The Singapore government has developed a comprehensive system for transfer pricing to prevent the abuse of intracompany transactions by companies in the city-state. Being a regional hub for multinational companies, the country’s transfer pricing regulations ensures that relevant parties do not underpay taxes and aims to prevent the distortion of taxable income.
What is transfer pricing?
Transfer pricing encompasses various elements of pricing agreements between a company’s subsidiaries, affiliates, or commonly controlled companies within a multinational organization.
This includes the exchange of physical goods, services, intellectual property, loans, and other financial transactions.
Transfer pricing applies to companies that transact between companies from the same group, such as a subsidiary, or other ‘related’ parties.
The persons or entities are related if:
- One party has direct or indirect control of the other (e.g. head offices or branch offices); or
- Both parties are under the control of the same persons or entity (e.g. several subsidiaries being owned by the same parent company).
Such conditions can give rise to preferential pricing between the parties, which could lead to the shifting of the taxable profit from one tax jurisdiction to another. The key principle to transfer pricing is that although these parties are related, they should interact as if they were independent business partners.
Transfer pricing in Singapore
The Singapore Transfer Pricing Guidelines (TPG) are based on and consistent with the TPG for Multinational Enterprises and Tax Administrations from the Organization for Economic Cooperation and Development (OECD).
To ensure taxpayers undertake transactions with their related parties at pricing that reflects independent pricing, the Inland Revenue Authority of Singapore (IRAS) applies the arm’s length principle, which is an internationally endorsed principle.
If taxpayers understate their profits and do not comply with the arm’s length principle, the IRAS will adjust their profits upwards as regulated in the Income Tax Act.
The arm’s length principle: A three step approach
The arm’s length principle requires that a transaction with a related party must take place in similar circumstances to those of an independent party.
Step 1 - Conduct a comparability analysis
The comparability analysis provides a comprehensive assessment of the significant similarities and differences between taxpayers (or transactions) and benchmarked entities (or transactions).
The transaction must be equivalent to a transaction between independent parties. The relevant aspects include:
- Contractual terms of the transaction;
- Characteristics of the goods, services, or intangible properties;
- Functional analysis on Functions performed, Assets used, and Risks assumed (“FAR”); and
- Commercial and economic circumstances.
Other additional aspects:
- Evaluating transactions on a separate or aggregate basis;
- Using multiple-year data; and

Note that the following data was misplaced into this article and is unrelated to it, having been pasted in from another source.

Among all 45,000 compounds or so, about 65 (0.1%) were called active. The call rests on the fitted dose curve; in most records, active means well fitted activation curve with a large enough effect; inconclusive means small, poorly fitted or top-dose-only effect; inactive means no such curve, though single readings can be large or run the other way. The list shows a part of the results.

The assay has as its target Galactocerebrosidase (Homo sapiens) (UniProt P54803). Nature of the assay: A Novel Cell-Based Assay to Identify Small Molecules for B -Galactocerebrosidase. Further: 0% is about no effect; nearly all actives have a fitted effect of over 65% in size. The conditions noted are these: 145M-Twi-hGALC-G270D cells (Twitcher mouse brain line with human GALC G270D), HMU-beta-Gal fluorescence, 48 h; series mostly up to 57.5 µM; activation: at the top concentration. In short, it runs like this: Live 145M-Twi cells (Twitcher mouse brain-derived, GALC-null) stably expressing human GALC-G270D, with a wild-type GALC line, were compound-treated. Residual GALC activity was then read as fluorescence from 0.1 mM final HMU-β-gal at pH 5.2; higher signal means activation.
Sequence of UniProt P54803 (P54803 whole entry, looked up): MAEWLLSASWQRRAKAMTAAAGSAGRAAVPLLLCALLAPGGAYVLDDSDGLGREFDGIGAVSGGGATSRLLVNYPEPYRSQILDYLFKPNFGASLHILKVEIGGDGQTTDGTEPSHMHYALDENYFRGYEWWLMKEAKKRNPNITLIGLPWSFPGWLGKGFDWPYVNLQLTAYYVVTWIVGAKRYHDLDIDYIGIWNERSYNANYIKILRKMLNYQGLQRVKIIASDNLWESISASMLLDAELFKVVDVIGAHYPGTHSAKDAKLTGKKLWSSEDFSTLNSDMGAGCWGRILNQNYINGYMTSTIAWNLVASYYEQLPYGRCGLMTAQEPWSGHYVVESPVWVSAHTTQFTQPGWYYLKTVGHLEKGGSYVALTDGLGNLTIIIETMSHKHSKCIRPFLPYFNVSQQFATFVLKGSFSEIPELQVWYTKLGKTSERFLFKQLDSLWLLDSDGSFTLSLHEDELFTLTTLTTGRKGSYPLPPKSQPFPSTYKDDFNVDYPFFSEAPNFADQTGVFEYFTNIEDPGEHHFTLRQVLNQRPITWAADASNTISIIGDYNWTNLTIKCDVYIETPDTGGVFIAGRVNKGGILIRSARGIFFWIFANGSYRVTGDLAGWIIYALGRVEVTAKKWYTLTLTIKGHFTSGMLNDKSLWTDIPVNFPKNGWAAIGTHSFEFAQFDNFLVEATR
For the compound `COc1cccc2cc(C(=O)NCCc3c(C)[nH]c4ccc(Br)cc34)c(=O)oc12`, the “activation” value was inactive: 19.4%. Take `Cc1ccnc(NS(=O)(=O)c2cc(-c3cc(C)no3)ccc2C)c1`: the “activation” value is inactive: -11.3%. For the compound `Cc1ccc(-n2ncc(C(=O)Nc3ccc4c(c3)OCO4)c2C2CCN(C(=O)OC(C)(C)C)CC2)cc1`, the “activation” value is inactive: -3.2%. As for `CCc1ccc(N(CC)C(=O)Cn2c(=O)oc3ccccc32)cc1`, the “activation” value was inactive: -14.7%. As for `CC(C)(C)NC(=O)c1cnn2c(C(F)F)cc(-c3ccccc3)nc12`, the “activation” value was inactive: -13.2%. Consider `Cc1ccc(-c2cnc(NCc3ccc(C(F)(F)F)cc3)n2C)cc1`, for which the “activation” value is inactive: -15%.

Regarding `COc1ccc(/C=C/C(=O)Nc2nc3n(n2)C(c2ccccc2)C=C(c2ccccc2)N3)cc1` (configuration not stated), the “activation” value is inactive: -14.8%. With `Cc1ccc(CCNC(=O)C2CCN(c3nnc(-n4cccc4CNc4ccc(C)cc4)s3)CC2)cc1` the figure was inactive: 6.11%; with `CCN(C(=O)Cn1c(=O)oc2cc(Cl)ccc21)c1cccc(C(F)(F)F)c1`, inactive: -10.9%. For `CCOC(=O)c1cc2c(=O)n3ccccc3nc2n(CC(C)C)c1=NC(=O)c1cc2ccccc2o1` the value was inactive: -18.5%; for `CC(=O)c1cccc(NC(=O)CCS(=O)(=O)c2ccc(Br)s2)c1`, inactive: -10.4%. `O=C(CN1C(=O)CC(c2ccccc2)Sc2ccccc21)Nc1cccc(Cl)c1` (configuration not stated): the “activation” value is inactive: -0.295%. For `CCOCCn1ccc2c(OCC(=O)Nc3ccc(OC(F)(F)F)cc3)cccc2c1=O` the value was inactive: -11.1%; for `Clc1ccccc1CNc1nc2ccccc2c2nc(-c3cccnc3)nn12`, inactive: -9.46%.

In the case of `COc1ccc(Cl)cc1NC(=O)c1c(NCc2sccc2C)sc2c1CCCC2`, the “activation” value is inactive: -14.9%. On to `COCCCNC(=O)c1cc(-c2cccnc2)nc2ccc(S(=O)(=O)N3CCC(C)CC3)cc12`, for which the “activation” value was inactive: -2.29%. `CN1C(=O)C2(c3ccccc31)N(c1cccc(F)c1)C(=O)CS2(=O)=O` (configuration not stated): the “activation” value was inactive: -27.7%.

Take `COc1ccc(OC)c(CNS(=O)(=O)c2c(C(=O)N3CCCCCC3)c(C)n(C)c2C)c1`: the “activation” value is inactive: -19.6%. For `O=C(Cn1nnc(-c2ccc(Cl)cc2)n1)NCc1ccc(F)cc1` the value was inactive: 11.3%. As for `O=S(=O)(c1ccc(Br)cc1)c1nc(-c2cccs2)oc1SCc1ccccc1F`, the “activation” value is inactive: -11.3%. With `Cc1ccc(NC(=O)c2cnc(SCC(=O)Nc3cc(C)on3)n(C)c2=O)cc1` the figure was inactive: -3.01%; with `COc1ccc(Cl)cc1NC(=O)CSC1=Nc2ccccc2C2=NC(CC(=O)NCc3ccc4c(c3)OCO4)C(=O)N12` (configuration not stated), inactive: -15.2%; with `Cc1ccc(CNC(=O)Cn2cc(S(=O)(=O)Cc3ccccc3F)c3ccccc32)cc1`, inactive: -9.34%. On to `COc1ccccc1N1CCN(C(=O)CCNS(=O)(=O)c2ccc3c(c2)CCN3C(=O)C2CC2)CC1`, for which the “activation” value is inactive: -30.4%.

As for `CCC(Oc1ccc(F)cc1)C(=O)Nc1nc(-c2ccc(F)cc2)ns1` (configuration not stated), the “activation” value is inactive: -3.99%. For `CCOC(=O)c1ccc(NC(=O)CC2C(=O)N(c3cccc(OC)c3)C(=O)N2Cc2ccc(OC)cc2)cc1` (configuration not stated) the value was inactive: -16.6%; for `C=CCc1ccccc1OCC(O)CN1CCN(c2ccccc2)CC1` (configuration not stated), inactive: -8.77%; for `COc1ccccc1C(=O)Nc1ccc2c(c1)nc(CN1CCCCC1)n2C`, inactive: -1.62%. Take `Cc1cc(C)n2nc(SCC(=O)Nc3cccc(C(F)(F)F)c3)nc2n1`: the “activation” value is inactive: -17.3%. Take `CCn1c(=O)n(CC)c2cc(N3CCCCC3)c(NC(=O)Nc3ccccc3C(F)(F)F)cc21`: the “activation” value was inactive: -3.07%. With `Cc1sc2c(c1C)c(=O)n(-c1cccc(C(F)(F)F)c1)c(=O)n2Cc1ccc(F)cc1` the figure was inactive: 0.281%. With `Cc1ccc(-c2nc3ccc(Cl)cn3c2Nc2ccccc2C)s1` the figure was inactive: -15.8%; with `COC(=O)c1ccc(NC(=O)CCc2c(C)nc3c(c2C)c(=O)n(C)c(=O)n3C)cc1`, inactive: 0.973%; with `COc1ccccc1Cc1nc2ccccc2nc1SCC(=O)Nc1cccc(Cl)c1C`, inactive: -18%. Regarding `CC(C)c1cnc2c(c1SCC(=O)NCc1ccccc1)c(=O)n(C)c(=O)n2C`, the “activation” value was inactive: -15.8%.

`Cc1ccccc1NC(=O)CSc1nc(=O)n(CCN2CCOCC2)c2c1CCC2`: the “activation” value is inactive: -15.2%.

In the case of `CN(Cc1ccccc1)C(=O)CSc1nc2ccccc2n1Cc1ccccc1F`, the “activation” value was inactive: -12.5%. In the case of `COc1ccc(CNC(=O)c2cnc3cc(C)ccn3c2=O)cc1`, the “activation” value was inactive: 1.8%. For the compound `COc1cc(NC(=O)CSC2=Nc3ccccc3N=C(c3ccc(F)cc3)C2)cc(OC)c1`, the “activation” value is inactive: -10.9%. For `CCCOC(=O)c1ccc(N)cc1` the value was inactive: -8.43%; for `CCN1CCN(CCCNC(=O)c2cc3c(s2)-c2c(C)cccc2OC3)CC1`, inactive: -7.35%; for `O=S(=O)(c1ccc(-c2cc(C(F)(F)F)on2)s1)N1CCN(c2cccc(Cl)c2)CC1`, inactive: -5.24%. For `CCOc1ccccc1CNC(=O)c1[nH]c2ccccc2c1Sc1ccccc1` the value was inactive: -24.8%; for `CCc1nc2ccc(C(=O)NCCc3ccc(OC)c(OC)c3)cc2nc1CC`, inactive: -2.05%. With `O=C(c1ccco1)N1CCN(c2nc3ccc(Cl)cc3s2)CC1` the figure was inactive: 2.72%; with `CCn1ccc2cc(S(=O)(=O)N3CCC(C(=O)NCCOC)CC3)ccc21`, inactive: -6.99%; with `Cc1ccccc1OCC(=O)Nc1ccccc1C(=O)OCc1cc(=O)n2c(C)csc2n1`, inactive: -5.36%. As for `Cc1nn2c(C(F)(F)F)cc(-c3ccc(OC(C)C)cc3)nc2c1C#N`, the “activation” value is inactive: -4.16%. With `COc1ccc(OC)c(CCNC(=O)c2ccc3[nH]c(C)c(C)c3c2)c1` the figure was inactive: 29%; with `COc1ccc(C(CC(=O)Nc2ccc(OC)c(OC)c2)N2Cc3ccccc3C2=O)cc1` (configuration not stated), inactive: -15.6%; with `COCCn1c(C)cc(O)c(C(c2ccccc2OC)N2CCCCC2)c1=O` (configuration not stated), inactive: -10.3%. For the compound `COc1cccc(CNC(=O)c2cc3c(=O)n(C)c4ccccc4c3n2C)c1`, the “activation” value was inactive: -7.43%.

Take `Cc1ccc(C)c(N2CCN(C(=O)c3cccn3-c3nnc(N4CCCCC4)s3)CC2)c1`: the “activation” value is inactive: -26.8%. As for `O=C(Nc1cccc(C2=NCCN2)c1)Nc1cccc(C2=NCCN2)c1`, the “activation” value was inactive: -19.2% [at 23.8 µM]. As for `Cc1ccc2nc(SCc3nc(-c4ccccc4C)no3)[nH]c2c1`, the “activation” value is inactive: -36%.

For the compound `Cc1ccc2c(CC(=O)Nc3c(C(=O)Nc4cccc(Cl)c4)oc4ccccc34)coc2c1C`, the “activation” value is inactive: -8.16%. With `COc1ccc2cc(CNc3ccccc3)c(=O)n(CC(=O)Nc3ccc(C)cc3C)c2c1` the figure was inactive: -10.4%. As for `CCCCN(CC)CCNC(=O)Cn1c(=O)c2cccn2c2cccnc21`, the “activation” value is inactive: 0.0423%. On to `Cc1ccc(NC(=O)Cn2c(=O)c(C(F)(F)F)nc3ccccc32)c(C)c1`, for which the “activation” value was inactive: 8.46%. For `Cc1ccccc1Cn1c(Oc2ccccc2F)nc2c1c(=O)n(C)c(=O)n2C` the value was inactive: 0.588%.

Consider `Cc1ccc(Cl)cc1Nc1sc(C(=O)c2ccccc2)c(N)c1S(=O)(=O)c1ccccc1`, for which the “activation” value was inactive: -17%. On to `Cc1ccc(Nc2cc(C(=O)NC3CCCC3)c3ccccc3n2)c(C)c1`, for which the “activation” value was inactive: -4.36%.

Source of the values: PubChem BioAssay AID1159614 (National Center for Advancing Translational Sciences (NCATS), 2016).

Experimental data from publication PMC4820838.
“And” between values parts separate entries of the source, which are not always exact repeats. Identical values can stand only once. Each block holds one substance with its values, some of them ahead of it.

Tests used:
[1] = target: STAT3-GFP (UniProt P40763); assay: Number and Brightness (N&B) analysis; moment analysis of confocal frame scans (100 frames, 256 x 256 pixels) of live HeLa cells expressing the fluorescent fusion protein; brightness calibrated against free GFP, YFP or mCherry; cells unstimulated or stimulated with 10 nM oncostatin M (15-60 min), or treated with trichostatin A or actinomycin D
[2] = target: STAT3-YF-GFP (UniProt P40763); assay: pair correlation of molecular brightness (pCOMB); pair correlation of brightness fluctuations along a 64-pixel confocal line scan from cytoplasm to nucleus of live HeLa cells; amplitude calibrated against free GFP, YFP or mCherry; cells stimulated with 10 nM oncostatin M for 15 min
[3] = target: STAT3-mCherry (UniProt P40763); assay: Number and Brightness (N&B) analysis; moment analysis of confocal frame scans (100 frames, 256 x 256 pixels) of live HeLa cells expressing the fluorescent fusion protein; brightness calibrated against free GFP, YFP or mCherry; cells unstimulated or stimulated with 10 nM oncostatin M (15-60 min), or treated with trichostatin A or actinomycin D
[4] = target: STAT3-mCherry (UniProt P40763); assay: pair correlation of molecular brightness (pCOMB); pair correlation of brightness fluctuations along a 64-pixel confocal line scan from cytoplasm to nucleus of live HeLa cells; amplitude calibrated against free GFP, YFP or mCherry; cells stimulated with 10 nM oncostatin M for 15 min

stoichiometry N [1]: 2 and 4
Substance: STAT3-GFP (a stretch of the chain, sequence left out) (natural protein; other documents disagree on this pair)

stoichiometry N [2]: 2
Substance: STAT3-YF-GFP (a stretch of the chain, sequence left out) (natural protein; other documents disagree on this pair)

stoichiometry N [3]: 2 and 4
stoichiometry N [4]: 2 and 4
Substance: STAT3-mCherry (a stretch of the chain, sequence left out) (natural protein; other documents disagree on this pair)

- Considering losses.
Step 2 – Identifying the most appropriate transfer pricing method
IRAS uses five internationally accepted methods to evaluate transfer prices of enterprises, based on those applied by independent parties in similar transactions, including:
- Comparable Uncontrolled Price (CUP) Method
The CUP method compares the prices of assets and services transferred in the transaction with the related party and the price in an independent party transaction, where the circumstances are comparable.
- Resale Price Method (RPM)
This method evaluates the resale price by comparing it with the selling and operating costs of the reseller.
- Cost Plus Method (CPM)
This method compares the cost of production and the gross difference in related and unrelated transactions. The selling price of a product must not only cover production costs but also create additional profits for the company.
- Profit Split Method (PSM)
This method compares how stakeholders divide a transaction profit and loss depending on their relative contributions.
- Transactional Net Margin Method (TNMM)
The TNMM compares the net profit relative to an appropriate base (such as costs, sales, or assets) attained by a taxpayer from a related party transaction to that of comparable independent parties.
Step 3 - Determine the arm’s length results
The arm's length result is obtained by applying the appropriate transfer pricing method to the data of independent party transactions.
Transfer pricing documentation (TPD)
Singapore formally introduced TP rules from Year of Assessment (YA) 2019, requiring taxpayers to prepare contemporaneous TPD. The TPD is needed to analyze whether related party transactions are conducted at the arm’s length principle.
A company is required to prepare and maintain TPD once meeting the following conditions:
- Total turnover derived from its trade or business is more than S$10 million (US$7.4 million) for the previous basis period; and
- TPD has been specifically requested for any prior establishments.
- Enterprises should keep relevant documents of an overview of the business activities in Singapore;
- The details are prescribed in the TP Documentation Rules;
- TPD must be prepared no later than the filing due date of the tax return and submitted within 30 days from a request by IRAS;
- TPD must be retained for at least five years; and
- The penalty for non-compliance is up to S$10,000 (US$7,400).
If any of the following scenarios apply, taxpayers can refrain from preparing TPD for those transactions:
- If the taxpayer’s gross revenue is not more than S$10 million (US$7.4 million);
- Related party loans where an indicative margin is applied;
- Routine support services where a five percent cost markup is applied;
- Related party domestic loan; or
- Related party transaction covered by an Advance Pricing Arrangement (APA).